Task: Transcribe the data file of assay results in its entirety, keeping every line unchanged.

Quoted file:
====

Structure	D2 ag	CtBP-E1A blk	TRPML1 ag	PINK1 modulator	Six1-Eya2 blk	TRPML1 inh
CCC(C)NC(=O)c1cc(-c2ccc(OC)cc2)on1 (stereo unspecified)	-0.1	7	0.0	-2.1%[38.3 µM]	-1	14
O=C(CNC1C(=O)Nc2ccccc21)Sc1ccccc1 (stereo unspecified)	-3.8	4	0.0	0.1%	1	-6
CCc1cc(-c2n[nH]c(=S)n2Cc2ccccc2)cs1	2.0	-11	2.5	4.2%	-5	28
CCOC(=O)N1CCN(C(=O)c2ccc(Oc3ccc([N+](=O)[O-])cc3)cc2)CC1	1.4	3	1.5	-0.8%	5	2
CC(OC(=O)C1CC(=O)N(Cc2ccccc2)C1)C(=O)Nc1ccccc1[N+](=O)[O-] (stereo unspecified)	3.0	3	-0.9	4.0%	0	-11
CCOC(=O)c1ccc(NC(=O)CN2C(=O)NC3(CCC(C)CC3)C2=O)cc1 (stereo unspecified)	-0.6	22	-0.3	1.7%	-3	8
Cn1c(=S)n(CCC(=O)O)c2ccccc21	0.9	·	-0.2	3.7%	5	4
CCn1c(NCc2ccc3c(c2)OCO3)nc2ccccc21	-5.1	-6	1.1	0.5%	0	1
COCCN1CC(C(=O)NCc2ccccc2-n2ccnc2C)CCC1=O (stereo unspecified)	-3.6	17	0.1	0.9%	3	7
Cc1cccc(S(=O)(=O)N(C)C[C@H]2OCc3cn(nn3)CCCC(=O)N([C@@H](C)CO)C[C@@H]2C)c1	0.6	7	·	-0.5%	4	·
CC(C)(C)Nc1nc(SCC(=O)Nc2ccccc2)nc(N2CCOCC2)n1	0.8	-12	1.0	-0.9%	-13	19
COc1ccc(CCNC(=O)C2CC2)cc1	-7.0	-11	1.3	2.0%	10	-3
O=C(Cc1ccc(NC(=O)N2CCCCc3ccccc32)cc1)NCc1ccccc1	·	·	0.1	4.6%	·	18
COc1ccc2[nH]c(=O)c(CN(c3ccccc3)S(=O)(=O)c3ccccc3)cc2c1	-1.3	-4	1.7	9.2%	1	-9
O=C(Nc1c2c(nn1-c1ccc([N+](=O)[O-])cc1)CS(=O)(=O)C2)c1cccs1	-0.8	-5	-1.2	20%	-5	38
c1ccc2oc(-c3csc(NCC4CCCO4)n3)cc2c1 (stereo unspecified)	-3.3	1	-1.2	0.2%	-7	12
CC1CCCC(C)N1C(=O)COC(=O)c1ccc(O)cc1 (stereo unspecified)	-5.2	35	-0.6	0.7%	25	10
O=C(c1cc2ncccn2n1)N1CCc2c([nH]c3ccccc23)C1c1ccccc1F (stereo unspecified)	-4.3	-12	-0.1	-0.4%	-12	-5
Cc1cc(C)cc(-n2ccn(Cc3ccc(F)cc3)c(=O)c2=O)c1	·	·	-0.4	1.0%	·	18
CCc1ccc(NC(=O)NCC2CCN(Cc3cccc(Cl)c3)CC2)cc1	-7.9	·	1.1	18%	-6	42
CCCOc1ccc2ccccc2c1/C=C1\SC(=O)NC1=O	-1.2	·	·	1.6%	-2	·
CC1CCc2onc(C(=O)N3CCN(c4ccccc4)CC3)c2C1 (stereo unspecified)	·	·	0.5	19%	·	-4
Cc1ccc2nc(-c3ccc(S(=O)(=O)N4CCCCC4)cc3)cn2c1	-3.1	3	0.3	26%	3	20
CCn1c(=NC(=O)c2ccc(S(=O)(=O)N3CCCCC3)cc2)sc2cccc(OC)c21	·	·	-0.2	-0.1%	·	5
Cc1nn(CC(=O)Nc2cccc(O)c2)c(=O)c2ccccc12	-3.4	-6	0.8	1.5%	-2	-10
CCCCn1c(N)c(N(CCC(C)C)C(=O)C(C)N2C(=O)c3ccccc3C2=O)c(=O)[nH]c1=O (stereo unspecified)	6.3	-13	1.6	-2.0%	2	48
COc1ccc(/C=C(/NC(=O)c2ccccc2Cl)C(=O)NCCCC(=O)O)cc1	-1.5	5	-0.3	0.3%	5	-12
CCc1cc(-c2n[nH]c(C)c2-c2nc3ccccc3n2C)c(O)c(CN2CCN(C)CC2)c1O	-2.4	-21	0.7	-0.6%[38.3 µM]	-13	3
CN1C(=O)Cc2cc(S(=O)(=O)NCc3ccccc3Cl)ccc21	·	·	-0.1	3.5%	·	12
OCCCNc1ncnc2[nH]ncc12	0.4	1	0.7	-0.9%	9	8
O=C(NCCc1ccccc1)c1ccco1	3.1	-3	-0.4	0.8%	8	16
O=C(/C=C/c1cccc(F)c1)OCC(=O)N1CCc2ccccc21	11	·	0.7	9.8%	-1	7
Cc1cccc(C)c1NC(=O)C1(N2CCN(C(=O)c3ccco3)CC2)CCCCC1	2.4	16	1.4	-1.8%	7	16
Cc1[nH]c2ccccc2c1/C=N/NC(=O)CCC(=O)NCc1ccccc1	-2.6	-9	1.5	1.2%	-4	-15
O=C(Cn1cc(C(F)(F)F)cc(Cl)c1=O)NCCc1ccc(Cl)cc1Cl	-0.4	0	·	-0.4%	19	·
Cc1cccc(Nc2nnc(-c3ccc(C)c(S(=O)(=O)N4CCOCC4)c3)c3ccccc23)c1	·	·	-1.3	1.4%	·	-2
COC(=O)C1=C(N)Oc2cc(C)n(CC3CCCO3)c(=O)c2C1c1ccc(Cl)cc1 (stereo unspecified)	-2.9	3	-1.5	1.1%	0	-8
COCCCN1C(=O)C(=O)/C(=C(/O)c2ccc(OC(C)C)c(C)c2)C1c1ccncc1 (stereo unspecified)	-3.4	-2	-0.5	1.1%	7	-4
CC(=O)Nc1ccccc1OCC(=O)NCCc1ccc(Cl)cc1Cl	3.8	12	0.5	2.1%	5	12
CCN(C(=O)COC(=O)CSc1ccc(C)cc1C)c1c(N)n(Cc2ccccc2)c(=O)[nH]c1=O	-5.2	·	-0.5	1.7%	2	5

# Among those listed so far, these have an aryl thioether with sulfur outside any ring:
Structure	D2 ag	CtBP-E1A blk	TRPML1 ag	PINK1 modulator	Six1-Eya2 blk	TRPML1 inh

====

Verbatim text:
Structure	D2 ag	CtBP-E1A blk	TRPML1 ag	PINK1 modulator	Six1-Eya2 blk	TRPML1 inh
CCC(C)NC(=O)c1cc(-c2ccc(OC)cc2)on1 (stereo unspecified)	-0.1	7	0.0	-2.1%[38.3 µM]	-1	14
O=C(CNC1C(=O)Nc2ccccc21)Sc1ccccc1 (stereo unspecified)	-3.8	4	0.0	0.1%	1	-6
CCc1cc(-c2n[nH]c(=S)n2Cc2ccccc2)cs1	2.0	-11	2.5	4.2%	-5	28
CCOC(=O)N1CCN(C(=O)c2ccc(Oc3ccc([N+](=O)[O-])cc3)cc2)CC1	1.4	3	1.5	-0.8%	5	2
CC(OC(=O)C1CC(=O)N(Cc2ccccc2)C1)C(=O)Nc1ccccc1[N+](=O)[O-] (stereo unspecified)	3.0	3	-0.9	4.0%	0	-11
CCOC(=O)c1ccc(NC(=O)CN2C(=O)NC3(CCC(C)CC3)C2=O)cc1 (stereo unspecified)	-0.6	22	-0.3	1.7%	-3	8
Cn1c(=S)n(CCC(=O)O)c2ccccc21	0.9	·	-0.2	3.7%	5	4
CCn1c(NCc2ccc3c(c2)OCO3)nc2ccccc21	-5.1	-6	1.1	0.5%	0	1
COCCN1CC(C(=O)NCc2ccccc2-n2ccnc2C)CCC1=O (stereo unspecified)	-3.6	17	0.1	0.9%	3	7
Cc1cccc(S(=O)(=O)N(C)C[C@H]2OCc3cn(nn3)CCCC(=O)N([C@@H](C)CO)C[C@@H]2C)c1	0.6	7	·	-0.5%	4	·
CC(C)(C)Nc1nc(SCC(=O)Nc2ccccc2)nc(N2CCOCC2)n1	0.8	-12	1.0	-0.9%	-13	19
COc1ccc(CCNC(=O)C2CC2)cc1	-7.0	-11	1.3	2.0%	10	-3
O=C(Cc1ccc(NC(=O)N2CCCCc3ccccc32)cc1)NCc1ccccc1	·	·	0.1	4.6%	·	18
COc1ccc2[nH]c(=O)c(CN(c3ccccc3)S(=O)(=O)c3ccccc3)cc2c1	-1.3	-4	1.7	9.2%	1	-9
O=C(Nc1c2c(nn1-c1ccc([N+](=O)[O-])cc1)CS(=O)(=O)C2)c1cccs1	-0.8	-5	-1.2	20%	-5	38
c1ccc2oc(-c3csc(NCC4CCCO4)n3)cc2c1 (stereo unspecified)	-3.3	1	-1.2	0.2%	-7	12
CC1CCCC(C)N1C(=O)COC(=O)c1ccc(O)cc1 (stereo unspecified)	-5.2	35	-0.6	0.7%	25	10
O=C(c1cc2ncccn2n1)N1CCc2c([nH]c3ccccc23)C1c1ccccc1F (stereo unspecified)	-4.3	-12	-0.1	-0.4%	-12	-5
Cc1cc(C)cc(-n2ccn(Cc3ccc(F)cc3)c(=O)c2=O)c1	·	·	-0.4	1.0%	·	18
CCc1ccc(NC(=O)NCC2CCN(Cc3cccc(Cl)c3)CC2)cc1	-7.9	·	1.1	18%	-6	42
CCCOc1ccc2ccccc2c1/C=C1\SC(=O)NC1=O	-1.2	·	·	1.6%	-2	·
CC1CCc2onc(C(=O)N3CCN(c4ccccc4)CC3)c2C1 (stereo unspecified)	·	·	0.5	19%	·	-4
Cc1ccc2nc(-c3ccc(S(=O)(=O)N4CCCCC4)cc3)cn2c1	-3.1	3	0.3	26%	3	20
CCn1c(=NC(=O)c2ccc(S(=O)(=O)N3CCCCC3)cc2)sc2cccc(OC)c21	·	·	-0.2	-0.1%	·	5
Cc1nn(CC(=O)Nc2cccc(O)c2)c(=O)c2ccccc12	-3.4	-6	0.8	1.5%	-2	-10
CCCCn1c(N)c(N(CCC(C)C)C(=O)C(C)N2C(=O)c3ccccc3C2=O)c(=O)[nH]c1=O (stereo unspecified)	6.3	-13	1.6	-2.0%	2	48
COc1ccc(/C=C(/NC(=O)c2ccccc2Cl)C(=O)NCCCC(=O)O)cc1	-1.5	5	-0.3	0.3%	5	-12
CCc1cc(-c2n[nH]c(C)c2-c2nc3ccccc3n2C)c(O)c(CN2CCN(C)CC2)c1O	-2.4	-21	0.7	-0.6%[38.3 µM]	-13	3
CN1C(=O)Cc2cc(S(=O)(=O)NCc3ccccc3Cl)ccc21	·	·	-0.1	3.5%	·	12
OCCCNc1ncnc2[nH]ncc12	0.4	1	0.7	-0.9%	9	8
O=C(NCCc1ccccc1)c1ccco1	3.1	-3	-0.4	0.8%	8	16
O=C(/C=C/c1cccc(F)c1)OCC(=O)N1CCc2ccccc21	11	·	0.7	9.8%	-1	7
Cc1cccc(C)c1NC(=O)C1(N2CCN(C(=O)c3ccco3)CC2)CCCCC1	2.4	16	1.4	-1.8%	7	16
Cc1[nH]c2ccccc2c1/C=N/NC(=O)CCC(=O)NCc1ccccc1	-2.6	-9	1.5	1.2%	-4	-15
O=C(Cn1cc(C(F)(F)F)cc(Cl)c1=O)NCCc1ccc(Cl)cc1Cl	-0.4	0	·	-0.4%	19	·
Cc1cccc(Nc2nnc(-c3ccc(C)c(S(=O)(=O)N4CCOCC4)c3)c3ccccc23)c1	·	·	-1.3	1.4%	·	-2
COC(=O)C1=C(N)Oc2cc(C)n(CC3CCCO3)c(=O)c2C1c1ccc(Cl)cc1 (stereo unspecified)	-2.9	3	-1.5	1.1%	0	-8
COCCCN1C(=O)C(=O)/C(=C(/O)c2ccc(OC(C)C)c(C)c2)C1c1ccncc1 (stereo unspecified)	-3.4	-2	-0.5	1.1%	7	-4
CC(=O)Nc1ccccc1OCC(=O)NCCc1ccc(Cl)cc1Cl	3.8	12	0.5	2.1%	5	12
CCN(C(=O)COC(=O)CSc1ccc(C)cc1C)c1c(N)n(Cc2ccccc2)c(=O)[nH]c1=O	-5.2	·	-0.5	1.7%	2	5

# Among those listed so far, these have an aryl thioether with sulfur outside any ring:
Structure	D2 ag	CtBP-E1A blk	TRPML1 ag	PINK1 modulator	Six1-Eya2 blk	TRPML1 inh